The Indian Penal Code 1860 (hereinafter referred as The Code) has been in
effect for over a century now, because of which there is need to re-consider
some its provisions which might be considered draconian due to change in times,
one of such provision is Section 309 which provides for punishment for Attempt
to commit suicide. This section was introduced so that it can have a deterrent
effect over people with respect to committing of suicide.
According to National Crime Record Bureau Report the Family Problems
and 'Illness' were the major causes of suicides which accounted for 32.4% and
17.1% of total suicides respectively during 2019. Drug Abuse/ Addiction
(5.6%), Marriage Related Issues
(5.5%), 'Love Affairs' (4.5%),
Bankruptcy or Indebtedness
(4.2%), 'Failure in Examination' and
'Unemployment' (2.0% each), Professional/Career Problem
(1.1%) were other causes of suicides.
This is adequate to show that most of the suicides are due mental stress caused
due to some or the other circumstances, and punishing person who attempted to
commit suicide due to mental stress will cause him to be punished thrice, once
due to the result of the circumstances, second time due to ignominy resulting
out of failed attempt at suicide and third time due to law.
Naturally Sec. 309 of the code has been challenged before the Courts on numerous
occasions and paved way for debate of euthanasia, i.e. whether it should be
allowed or not. In the following cases, there is an attempt to trace the trail
the development from right to die to right to die with dignity.
Maruti Shripati Dubal v. State of Maharashtra In the present case vires of sec 309 of The Code was in question on basis of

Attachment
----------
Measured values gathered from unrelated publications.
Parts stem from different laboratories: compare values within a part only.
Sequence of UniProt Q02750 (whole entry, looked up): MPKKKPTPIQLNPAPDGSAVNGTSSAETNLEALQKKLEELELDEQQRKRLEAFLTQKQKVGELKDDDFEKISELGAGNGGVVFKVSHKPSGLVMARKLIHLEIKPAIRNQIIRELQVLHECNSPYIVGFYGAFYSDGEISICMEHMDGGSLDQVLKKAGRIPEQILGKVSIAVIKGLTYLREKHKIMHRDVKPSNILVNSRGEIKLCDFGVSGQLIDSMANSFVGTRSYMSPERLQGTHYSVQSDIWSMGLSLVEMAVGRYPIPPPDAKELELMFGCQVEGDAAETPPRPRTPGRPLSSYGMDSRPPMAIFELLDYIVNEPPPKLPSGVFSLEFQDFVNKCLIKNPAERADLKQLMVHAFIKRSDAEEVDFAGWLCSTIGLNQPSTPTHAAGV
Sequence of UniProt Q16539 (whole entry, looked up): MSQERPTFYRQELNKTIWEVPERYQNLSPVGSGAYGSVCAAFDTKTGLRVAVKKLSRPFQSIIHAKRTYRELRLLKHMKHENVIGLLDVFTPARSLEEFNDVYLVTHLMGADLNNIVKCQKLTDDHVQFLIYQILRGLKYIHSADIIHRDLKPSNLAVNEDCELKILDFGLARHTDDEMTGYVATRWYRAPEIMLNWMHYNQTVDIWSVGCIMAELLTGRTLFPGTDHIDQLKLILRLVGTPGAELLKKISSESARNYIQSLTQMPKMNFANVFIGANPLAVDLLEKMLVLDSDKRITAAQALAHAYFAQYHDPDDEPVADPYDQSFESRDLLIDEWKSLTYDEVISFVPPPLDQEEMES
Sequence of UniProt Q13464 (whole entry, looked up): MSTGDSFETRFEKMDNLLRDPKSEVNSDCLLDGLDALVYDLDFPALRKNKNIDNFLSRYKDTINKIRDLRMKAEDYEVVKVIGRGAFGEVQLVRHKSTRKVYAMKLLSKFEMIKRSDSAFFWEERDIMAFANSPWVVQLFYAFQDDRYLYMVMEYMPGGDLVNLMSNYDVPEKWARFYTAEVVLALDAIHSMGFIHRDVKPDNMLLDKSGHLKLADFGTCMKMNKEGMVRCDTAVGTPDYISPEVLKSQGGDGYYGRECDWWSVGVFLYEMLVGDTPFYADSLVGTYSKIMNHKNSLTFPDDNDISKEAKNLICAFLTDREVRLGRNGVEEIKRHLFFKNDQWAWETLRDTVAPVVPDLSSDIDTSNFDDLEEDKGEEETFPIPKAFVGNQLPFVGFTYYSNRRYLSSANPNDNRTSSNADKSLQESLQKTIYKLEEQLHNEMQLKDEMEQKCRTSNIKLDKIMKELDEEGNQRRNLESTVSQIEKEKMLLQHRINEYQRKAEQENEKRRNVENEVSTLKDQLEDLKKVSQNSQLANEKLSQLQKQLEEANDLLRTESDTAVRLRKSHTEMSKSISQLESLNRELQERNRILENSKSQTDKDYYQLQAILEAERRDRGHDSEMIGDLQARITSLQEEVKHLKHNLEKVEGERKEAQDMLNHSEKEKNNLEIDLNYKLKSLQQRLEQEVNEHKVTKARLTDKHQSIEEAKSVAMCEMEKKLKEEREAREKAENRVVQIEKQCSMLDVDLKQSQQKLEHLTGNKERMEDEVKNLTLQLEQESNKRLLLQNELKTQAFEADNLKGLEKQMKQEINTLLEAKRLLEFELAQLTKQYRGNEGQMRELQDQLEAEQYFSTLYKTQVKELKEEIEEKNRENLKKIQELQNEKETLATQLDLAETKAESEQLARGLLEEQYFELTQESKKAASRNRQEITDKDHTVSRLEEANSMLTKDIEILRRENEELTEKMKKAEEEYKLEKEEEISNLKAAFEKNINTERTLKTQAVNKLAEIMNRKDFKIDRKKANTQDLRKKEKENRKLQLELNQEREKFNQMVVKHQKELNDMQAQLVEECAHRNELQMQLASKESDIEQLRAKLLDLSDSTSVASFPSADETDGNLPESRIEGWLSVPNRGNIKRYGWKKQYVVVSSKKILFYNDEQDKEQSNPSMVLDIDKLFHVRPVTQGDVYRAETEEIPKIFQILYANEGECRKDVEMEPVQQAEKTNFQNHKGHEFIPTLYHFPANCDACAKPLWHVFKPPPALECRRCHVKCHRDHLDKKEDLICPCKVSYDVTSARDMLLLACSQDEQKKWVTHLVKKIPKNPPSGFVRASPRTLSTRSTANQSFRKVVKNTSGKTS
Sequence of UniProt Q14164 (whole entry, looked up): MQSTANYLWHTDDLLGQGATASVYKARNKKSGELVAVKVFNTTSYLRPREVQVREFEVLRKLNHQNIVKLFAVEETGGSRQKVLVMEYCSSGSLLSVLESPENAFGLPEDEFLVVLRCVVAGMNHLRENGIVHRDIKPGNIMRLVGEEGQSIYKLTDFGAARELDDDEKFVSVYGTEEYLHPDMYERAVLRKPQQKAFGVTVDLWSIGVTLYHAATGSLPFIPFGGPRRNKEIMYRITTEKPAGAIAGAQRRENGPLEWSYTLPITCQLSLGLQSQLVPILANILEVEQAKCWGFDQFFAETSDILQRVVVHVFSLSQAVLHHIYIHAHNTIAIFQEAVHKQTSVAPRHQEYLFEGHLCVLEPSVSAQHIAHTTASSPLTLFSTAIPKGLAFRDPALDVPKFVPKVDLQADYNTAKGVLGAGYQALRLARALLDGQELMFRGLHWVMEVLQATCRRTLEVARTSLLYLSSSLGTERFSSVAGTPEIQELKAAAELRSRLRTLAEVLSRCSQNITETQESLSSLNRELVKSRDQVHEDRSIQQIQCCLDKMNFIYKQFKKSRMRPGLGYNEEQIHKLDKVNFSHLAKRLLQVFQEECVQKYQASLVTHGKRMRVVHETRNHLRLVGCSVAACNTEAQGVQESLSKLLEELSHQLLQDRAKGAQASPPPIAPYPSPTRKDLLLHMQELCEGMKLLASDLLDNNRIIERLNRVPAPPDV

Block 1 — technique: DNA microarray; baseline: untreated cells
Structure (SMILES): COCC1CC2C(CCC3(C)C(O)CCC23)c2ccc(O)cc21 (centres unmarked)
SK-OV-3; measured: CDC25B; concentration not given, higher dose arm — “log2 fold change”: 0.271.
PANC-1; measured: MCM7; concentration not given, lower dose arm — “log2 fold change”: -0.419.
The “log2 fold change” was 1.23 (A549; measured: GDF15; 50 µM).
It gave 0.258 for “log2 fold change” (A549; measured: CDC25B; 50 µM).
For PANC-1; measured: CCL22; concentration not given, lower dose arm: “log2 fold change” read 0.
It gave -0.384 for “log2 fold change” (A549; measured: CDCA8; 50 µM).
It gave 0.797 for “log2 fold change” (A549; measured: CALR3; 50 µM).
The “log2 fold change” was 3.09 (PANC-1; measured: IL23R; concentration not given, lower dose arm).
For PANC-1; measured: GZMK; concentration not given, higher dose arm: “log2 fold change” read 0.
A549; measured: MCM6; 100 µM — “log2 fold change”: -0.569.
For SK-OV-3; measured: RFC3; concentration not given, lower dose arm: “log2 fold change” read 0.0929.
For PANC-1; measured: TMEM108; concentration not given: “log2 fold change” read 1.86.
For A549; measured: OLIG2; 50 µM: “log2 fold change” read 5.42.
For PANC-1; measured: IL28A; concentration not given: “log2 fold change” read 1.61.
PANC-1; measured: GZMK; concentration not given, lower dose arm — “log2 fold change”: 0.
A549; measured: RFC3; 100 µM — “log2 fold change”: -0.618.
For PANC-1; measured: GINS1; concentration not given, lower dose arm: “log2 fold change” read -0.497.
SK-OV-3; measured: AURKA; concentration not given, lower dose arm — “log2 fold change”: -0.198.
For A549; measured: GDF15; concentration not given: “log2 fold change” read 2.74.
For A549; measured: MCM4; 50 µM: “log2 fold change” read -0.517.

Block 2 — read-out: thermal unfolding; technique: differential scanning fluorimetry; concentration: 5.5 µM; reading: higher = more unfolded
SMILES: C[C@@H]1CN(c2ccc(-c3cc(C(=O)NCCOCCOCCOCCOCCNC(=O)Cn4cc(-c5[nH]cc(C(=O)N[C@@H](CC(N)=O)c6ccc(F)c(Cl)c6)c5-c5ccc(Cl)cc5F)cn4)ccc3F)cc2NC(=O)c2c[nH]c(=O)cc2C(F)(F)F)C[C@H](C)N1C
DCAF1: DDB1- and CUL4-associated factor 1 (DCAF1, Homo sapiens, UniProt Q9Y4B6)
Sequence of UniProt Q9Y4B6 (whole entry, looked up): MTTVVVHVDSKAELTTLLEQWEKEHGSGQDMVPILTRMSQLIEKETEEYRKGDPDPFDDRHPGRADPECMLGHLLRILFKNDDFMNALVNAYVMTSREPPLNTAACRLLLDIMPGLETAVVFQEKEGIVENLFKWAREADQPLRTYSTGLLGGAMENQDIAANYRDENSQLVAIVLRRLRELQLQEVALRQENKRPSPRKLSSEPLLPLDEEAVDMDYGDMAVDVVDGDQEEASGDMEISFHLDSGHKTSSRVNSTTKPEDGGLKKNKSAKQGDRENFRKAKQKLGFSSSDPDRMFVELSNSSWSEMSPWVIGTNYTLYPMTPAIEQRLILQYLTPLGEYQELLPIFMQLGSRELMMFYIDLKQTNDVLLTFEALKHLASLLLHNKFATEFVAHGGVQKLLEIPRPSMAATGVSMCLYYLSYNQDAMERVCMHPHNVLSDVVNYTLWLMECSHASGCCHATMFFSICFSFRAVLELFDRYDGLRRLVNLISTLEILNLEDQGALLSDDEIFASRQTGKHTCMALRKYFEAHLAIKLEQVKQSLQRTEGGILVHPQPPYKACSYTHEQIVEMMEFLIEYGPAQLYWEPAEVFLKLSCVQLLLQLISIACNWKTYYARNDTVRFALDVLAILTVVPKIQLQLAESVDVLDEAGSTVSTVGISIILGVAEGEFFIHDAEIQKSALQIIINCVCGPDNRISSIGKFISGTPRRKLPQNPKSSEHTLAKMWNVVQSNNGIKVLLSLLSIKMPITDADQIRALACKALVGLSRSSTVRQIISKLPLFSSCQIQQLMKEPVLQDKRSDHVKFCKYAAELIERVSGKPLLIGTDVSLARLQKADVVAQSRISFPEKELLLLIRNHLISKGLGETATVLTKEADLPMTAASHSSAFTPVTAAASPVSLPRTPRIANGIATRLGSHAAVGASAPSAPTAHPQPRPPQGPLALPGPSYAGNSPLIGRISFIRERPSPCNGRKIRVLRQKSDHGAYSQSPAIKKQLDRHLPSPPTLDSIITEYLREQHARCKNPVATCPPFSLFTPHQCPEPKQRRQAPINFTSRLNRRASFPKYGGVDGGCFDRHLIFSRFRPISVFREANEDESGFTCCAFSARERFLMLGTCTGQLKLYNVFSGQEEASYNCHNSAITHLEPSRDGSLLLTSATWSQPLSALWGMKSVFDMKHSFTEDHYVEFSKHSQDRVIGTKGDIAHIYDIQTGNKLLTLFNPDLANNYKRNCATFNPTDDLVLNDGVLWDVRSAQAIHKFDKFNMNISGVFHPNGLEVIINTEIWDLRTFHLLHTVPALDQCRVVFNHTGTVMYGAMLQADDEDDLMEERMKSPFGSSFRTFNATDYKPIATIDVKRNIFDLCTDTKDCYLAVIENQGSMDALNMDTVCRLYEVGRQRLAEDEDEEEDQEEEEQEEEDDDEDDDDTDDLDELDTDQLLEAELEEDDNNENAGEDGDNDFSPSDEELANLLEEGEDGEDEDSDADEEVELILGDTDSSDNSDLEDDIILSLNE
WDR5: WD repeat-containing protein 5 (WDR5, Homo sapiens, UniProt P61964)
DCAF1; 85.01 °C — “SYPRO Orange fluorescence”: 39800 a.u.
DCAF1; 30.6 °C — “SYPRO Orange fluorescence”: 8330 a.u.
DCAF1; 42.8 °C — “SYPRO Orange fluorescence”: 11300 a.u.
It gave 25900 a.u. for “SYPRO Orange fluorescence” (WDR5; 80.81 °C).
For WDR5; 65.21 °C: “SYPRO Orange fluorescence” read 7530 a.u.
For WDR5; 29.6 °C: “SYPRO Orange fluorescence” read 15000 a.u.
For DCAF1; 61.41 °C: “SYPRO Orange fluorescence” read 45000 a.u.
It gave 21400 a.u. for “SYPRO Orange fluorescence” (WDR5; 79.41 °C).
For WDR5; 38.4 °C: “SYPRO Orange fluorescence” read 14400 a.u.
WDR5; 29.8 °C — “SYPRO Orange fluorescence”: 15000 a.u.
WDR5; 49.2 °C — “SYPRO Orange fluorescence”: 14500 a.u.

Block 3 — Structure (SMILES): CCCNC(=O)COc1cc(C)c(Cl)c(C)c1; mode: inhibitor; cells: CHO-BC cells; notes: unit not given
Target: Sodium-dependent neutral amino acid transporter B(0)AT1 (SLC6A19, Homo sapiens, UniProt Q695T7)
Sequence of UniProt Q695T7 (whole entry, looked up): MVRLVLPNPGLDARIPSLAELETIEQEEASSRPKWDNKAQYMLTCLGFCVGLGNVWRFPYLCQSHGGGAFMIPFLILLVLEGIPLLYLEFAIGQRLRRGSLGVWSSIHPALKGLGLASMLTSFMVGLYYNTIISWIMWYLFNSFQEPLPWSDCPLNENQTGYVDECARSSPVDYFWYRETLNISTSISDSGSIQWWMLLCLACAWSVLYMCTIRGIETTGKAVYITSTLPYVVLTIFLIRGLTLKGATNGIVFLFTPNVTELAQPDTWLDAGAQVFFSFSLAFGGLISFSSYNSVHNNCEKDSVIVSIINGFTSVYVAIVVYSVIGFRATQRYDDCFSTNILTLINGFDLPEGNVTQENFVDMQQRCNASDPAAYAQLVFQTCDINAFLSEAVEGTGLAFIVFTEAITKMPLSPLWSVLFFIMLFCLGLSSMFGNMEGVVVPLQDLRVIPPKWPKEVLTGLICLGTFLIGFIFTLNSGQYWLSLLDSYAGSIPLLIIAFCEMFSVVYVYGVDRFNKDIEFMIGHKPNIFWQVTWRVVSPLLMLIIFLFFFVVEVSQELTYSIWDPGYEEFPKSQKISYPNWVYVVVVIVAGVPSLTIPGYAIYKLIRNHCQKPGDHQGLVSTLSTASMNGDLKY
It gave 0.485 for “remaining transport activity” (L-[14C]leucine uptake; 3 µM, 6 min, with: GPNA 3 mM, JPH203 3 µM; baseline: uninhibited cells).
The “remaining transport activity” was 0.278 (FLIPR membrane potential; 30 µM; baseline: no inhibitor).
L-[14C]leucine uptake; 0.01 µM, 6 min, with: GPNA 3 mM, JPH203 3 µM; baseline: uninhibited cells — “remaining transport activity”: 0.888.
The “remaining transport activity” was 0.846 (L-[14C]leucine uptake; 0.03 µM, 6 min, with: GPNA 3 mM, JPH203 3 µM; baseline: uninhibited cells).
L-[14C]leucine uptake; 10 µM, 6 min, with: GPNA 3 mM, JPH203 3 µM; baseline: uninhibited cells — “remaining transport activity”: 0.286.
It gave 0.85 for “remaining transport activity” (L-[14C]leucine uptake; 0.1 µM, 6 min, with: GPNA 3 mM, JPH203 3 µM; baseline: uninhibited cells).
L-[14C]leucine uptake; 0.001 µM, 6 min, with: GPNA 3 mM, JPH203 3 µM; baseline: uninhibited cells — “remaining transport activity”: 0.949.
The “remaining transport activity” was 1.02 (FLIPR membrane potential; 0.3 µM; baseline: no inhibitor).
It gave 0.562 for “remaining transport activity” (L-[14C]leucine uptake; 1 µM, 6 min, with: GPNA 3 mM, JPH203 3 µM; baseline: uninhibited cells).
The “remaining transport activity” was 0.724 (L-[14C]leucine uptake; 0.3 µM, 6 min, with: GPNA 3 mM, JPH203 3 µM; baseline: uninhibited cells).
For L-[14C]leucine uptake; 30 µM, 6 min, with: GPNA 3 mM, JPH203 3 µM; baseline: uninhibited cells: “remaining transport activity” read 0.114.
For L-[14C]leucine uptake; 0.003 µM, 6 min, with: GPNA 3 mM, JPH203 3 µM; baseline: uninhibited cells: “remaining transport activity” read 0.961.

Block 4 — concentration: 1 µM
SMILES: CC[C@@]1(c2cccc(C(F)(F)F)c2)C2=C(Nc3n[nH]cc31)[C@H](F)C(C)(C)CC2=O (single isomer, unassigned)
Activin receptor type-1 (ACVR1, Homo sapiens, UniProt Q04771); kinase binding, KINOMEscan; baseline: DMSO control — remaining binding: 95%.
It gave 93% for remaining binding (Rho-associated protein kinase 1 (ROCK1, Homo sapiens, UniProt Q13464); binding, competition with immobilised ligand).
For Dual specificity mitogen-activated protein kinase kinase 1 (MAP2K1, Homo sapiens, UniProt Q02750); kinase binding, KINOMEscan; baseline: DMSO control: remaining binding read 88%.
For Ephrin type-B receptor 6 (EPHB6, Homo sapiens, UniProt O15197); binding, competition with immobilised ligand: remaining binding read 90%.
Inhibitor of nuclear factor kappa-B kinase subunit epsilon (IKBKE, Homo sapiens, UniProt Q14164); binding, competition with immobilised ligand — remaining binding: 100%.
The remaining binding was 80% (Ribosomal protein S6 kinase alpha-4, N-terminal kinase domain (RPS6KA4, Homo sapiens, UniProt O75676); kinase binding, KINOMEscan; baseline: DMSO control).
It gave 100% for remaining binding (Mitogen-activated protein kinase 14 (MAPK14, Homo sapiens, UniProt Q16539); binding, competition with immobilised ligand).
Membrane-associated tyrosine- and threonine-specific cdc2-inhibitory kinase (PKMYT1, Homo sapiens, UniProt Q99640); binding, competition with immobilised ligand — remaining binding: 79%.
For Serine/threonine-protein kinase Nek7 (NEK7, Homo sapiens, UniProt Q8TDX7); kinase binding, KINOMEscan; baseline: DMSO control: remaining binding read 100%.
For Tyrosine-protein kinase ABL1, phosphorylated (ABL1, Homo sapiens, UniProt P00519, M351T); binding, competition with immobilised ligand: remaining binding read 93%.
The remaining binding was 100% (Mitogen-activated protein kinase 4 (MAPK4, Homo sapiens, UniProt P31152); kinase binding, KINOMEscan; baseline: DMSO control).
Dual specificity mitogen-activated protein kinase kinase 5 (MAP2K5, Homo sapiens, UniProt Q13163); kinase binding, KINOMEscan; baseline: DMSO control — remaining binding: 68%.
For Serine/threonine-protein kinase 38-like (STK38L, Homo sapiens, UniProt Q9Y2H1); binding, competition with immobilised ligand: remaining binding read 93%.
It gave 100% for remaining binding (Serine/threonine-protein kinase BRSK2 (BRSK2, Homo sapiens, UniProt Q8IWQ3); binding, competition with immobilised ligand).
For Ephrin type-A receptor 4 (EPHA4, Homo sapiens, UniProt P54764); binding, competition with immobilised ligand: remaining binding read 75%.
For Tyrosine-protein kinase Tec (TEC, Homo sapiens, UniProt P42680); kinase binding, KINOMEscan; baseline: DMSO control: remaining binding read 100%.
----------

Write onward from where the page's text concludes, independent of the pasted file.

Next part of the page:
being violating Art. 14 and 21 of the Indian Constitution (hereinafter
referred as The Constitution), when a police constable attempted to commit
suicide because there was delay in processing of a license application of
his life after suffering from schizophrenia for almost 5 years. The Bombay
High Court held that the section is violative of Art. 14 of the constitution
as it does not defines suicide hence failing to differentiate between
felonous and non-felonous ones and treating all the attempts to suicide same
without regard to the circumstances in which they were made.
Also it is violative of Art. 21 as Art. 19 of the constitution which
encompasses itself right to form association as well right not to join any
association or right not move similarly right to life and liberty includes
right not to live or terminate the life. The court said there termination of
life naturally is not to be confused with unnatural end of life. The court
also differentiated between suicide and mercy killing, where former amounts
to termination of one's own life and latter is euthanasia or killing with
physician intervention which is also not allowed as it is homicide.
P. Rathinam v. UOI In this case the constitutional validity of Sec 309 of the code was
challenged before the Apex Court. And the court pronounced that this section
should be effaced to humanize the penal laws as it punishes the person